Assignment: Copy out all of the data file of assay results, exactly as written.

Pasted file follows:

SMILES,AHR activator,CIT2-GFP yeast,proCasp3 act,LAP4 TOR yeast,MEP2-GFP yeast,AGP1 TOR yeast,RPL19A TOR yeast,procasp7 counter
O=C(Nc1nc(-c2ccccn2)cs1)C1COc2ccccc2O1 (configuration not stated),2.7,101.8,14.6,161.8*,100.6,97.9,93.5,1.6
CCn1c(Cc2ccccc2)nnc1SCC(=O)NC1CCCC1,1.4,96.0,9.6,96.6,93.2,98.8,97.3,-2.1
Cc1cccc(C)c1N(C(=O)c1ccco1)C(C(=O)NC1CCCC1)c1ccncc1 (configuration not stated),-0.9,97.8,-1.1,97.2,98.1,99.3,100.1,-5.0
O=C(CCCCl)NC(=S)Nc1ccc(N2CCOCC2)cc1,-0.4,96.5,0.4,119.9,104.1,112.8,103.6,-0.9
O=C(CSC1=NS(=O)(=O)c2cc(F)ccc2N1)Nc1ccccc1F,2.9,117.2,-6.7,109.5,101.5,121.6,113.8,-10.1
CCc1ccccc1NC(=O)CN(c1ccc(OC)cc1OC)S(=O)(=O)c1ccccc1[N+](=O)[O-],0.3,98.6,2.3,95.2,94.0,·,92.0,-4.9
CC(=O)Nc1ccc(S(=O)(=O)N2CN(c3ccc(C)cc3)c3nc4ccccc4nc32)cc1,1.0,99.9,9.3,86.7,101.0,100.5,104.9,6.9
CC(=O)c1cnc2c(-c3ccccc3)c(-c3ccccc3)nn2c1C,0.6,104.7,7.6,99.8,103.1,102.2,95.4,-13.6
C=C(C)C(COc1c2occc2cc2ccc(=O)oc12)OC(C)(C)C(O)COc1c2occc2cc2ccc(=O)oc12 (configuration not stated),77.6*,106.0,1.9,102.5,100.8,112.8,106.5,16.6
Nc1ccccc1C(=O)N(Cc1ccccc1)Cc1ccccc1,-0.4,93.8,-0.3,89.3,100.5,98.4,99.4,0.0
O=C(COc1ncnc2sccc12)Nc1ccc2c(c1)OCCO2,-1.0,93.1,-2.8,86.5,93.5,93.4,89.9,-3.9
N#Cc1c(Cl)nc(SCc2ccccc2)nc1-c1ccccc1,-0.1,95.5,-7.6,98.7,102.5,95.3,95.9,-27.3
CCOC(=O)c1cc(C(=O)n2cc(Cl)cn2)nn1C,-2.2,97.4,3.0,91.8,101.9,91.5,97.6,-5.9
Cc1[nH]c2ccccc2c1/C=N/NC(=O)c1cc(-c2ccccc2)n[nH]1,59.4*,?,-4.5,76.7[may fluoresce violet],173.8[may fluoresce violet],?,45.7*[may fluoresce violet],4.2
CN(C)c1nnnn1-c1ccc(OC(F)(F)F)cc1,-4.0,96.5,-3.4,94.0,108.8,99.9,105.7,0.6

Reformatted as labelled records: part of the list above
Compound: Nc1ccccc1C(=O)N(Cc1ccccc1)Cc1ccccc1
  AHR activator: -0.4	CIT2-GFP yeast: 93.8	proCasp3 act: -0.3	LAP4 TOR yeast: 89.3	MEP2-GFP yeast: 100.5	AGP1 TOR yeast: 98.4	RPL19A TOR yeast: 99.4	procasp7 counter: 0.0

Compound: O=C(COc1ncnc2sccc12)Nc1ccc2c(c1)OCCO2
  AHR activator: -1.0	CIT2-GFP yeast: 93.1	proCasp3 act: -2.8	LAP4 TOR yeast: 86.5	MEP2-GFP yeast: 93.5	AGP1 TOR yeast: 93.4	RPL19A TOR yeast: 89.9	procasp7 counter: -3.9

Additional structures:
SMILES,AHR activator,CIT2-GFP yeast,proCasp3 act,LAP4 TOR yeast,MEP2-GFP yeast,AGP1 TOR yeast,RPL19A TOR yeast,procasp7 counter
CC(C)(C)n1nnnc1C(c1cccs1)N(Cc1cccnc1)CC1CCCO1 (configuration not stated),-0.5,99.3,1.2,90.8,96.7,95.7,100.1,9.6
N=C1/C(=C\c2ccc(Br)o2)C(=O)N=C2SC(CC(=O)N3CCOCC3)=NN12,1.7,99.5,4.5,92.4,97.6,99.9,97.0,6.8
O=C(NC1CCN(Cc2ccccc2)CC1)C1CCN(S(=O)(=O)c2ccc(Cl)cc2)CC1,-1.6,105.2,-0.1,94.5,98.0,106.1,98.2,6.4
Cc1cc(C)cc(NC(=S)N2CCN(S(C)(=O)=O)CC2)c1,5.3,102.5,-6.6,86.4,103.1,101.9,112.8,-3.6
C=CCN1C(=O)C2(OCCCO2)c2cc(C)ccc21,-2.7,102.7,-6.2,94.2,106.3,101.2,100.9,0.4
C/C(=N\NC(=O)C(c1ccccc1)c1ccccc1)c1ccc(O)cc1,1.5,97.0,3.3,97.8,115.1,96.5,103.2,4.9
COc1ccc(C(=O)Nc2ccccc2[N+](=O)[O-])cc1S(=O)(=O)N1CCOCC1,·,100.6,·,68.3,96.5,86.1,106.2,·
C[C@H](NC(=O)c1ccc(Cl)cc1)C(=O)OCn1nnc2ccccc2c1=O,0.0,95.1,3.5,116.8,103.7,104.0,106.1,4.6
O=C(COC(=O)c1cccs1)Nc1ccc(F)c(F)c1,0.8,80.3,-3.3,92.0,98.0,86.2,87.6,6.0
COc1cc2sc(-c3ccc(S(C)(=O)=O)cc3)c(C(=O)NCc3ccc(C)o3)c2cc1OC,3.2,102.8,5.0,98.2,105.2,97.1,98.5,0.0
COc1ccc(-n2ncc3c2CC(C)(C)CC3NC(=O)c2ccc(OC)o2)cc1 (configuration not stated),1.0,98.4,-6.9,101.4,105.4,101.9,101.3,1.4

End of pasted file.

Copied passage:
SMILES,AHR activator,CIT2-GFP yeast,proCasp3 act,LAP4 TOR yeast,MEP2-GFP yeast,AGP1 TOR yeast,RPL19A TOR yeast,procasp7 counter
O=C(Nc1nc(-c2ccccn2)cs1)C1COc2ccccc2O1 (configuration not stated),2.7,101.8,14.6,161.8*,100.6,97.9,93.5,1.6
CCn1c(Cc2ccccc2)nnc1SCC(=O)NC1CCCC1,1.4,96.0,9.6,96.6,93.2,98.8,97.3,-2.1
Cc1cccc(C)c1N(C(=O)c1ccco1)C(C(=O)NC1CCCC1)c1ccncc1 (configuration not stated),-0.9,97.8,-1.1,97.2,98.1,99.3,100.1,-5.0
O=C(CCCCl)NC(=S)Nc1ccc(N2CCOCC2)cc1,-0.4,96.5,0.4,119.9,104.1,112.8,103.6,-0.9
O=C(CSC1=NS(=O)(=O)c2cc(F)ccc2N1)Nc1ccccc1F,2.9,117.2,-6.7,109.5,101.5,121.6,113.8,-10.1
CCc1ccccc1NC(=O)CN(c1ccc(OC)cc1OC)S(=O)(=O)c1ccccc1[N+](=O)[O-],0.3,98.6,2.3,95.2,94.0,·,92.0,-4.9
CC(=O)Nc1ccc(S(=O)(=O)N2CN(c3ccc(C)cc3)c3nc4ccccc4nc32)cc1,1.0,99.9,9.3,86.7,101.0,100.5,104.9,6.9
CC(=O)c1cnc2c(-c3ccccc3)c(-c3ccccc3)nn2c1C,0.6,104.7,7.6,99.8,103.1,102.2,95.4,-13.6
C=C(C)C(COc1c2occc2cc2ccc(=O)oc12)OC(C)(C)C(O)COc1c2occc2cc2ccc(=O)oc12 (configuration not stated),77.6*,106.0,1.9,102.5,100.8,112.8,106.5,16.6
Nc1ccccc1C(=O)N(Cc1ccccc1)Cc1ccccc1,-0.4,93.8,-0.3,89.3,100.5,98.4,99.4,0.0
O=C(COc1ncnc2sccc12)Nc1ccc2c(c1)OCCO2,-1.0,93.1,-2.8,86.5,93.5,93.4,89.9,-3.9
N#Cc1c(Cl)nc(SCc2ccccc2)nc1-c1ccccc1,-0.1,95.5,-7.6,98.7,102.5,95.3,95.9,-27.3
CCOC(=O)c1cc(C(=O)n2cc(Cl)cn2)nn1C,-2.2,97.4,3.0,91.8,101.9,91.5,97.6,-5.9
Cc1[nH]c2ccccc2c1/C=N/NC(=O)c1cc(-c2ccccc2)n[nH]1,59.4*,?,-4.5,76.7[may fluoresce violet],173.8[may fluoresce violet],?,45.7*[may fluoresce violet],4.2
CN(C)c1nnnn1-c1ccc(OC(F)(F)F)cc1,-4.0,96.5,-3.4,94.0,108.8,99.9,105.7,0.6

Reformatted as labelled records: part of the list above
Compound: Nc1ccccc1C(=O)N(Cc1ccccc1)Cc1ccccc1
  AHR activator: -0.4	CIT2-GFP yeast: 93.8	proCasp3 act: -0.3	LAP4 TOR yeast: 89.3	MEP2-GFP yeast: 100.5	AGP1 TOR yeast: 98.4	RPL19A TOR yeast: 99.4	procasp7 counter: 0.0

Compound: O=C(COc1ncnc2sccc12)Nc1ccc2c(c1)OCCO2
  AHR activator: -1.0	CIT2-GFP yeast: 93.1	proCasp3 act: -2.8	LAP4 TOR yeast: 86.5	MEP2-GFP yeast: 93.5	AGP1 TOR yeast: 93.4	RPL19A TOR yeast: 89.9	procasp7 counter: -3.9

Additional structures:
SMILES,AHR activator,CIT2-GFP yeast,proCasp3 act,LAP4 TOR yeast,MEP2-GFP yeast,AGP1 TOR yeast,RPL19A TOR yeast,procasp7 counter
CC(C)(C)n1nnnc1C(c1cccs1)N(Cc1cccnc1)CC1CCCO1 (configuration not stated),-0.5,99.3,1.2,90.8,96.7,95.7,100.1,9.6
N=C1/C(=C\c2ccc(Br)o2)C(=O)N=C2SC(CC(=O)N3CCOCC3)=NN12,1.7,99.5,4.5,92.4,97.6,99.9,97.0,6.8
O=C(NC1CCN(Cc2ccccc2)CC1)C1CCN(S(=O)(=O)c2ccc(Cl)cc2)CC1,-1.6,105.2,-0.1,94.5,98.0,106.1,98.2,6.4
Cc1cc(C)cc(NC(=S)N2CCN(S(C)(=O)=O)CC2)c1,5.3,102.5,-6.6,86.4,103.1,101.9,112.8,-3.6
C=CCN1C(=O)C2(OCCCO2)c2cc(C)ccc21,-2.7,102.7,-6.2,94.2,106.3,101.2,100.9,0.4
C/C(=N\NC(=O)C(c1ccccc1)c1ccccc1)c1ccc(O)cc1,1.5,97.0,3.3,97.8,115.1,96.5,103.2,4.9
COc1ccc(C(=O)Nc2ccccc2[N+](=O)[O-])cc1S(=O)(=O)N1CCOCC1,·,100.6,·,68.3,96.5,86.1,106.2,·
C[C@H](NC(=O)c1ccc(Cl)cc1)C(=O)OCn1nnc2ccccc2c1=O,0.0,95.1,3.5,116.8,103.7,104.0,106.1,4.6
O=C(COC(=O)c1cccs1)Nc1ccc(F)c(F)c1,0.8,80.3,-3.3,92.0,98.0,86.2,87.6,6.0
COc1cc2sc(-c3ccc(S(C)(=O)=O)cc3)c(C(=O)NCc3ccc(C)o3)c2cc1OC,3.2,102.8,5.0,98.2,105.2,97.1,98.5,0.0
COc1ccc(-n2ncc3c2CC(C)(C)CC3NC(=O)c2ccc(OC)o2)cc1 (configuration not stated),1.0,98.4,-6.9,101.4,105.4,101.9,101.3,1.4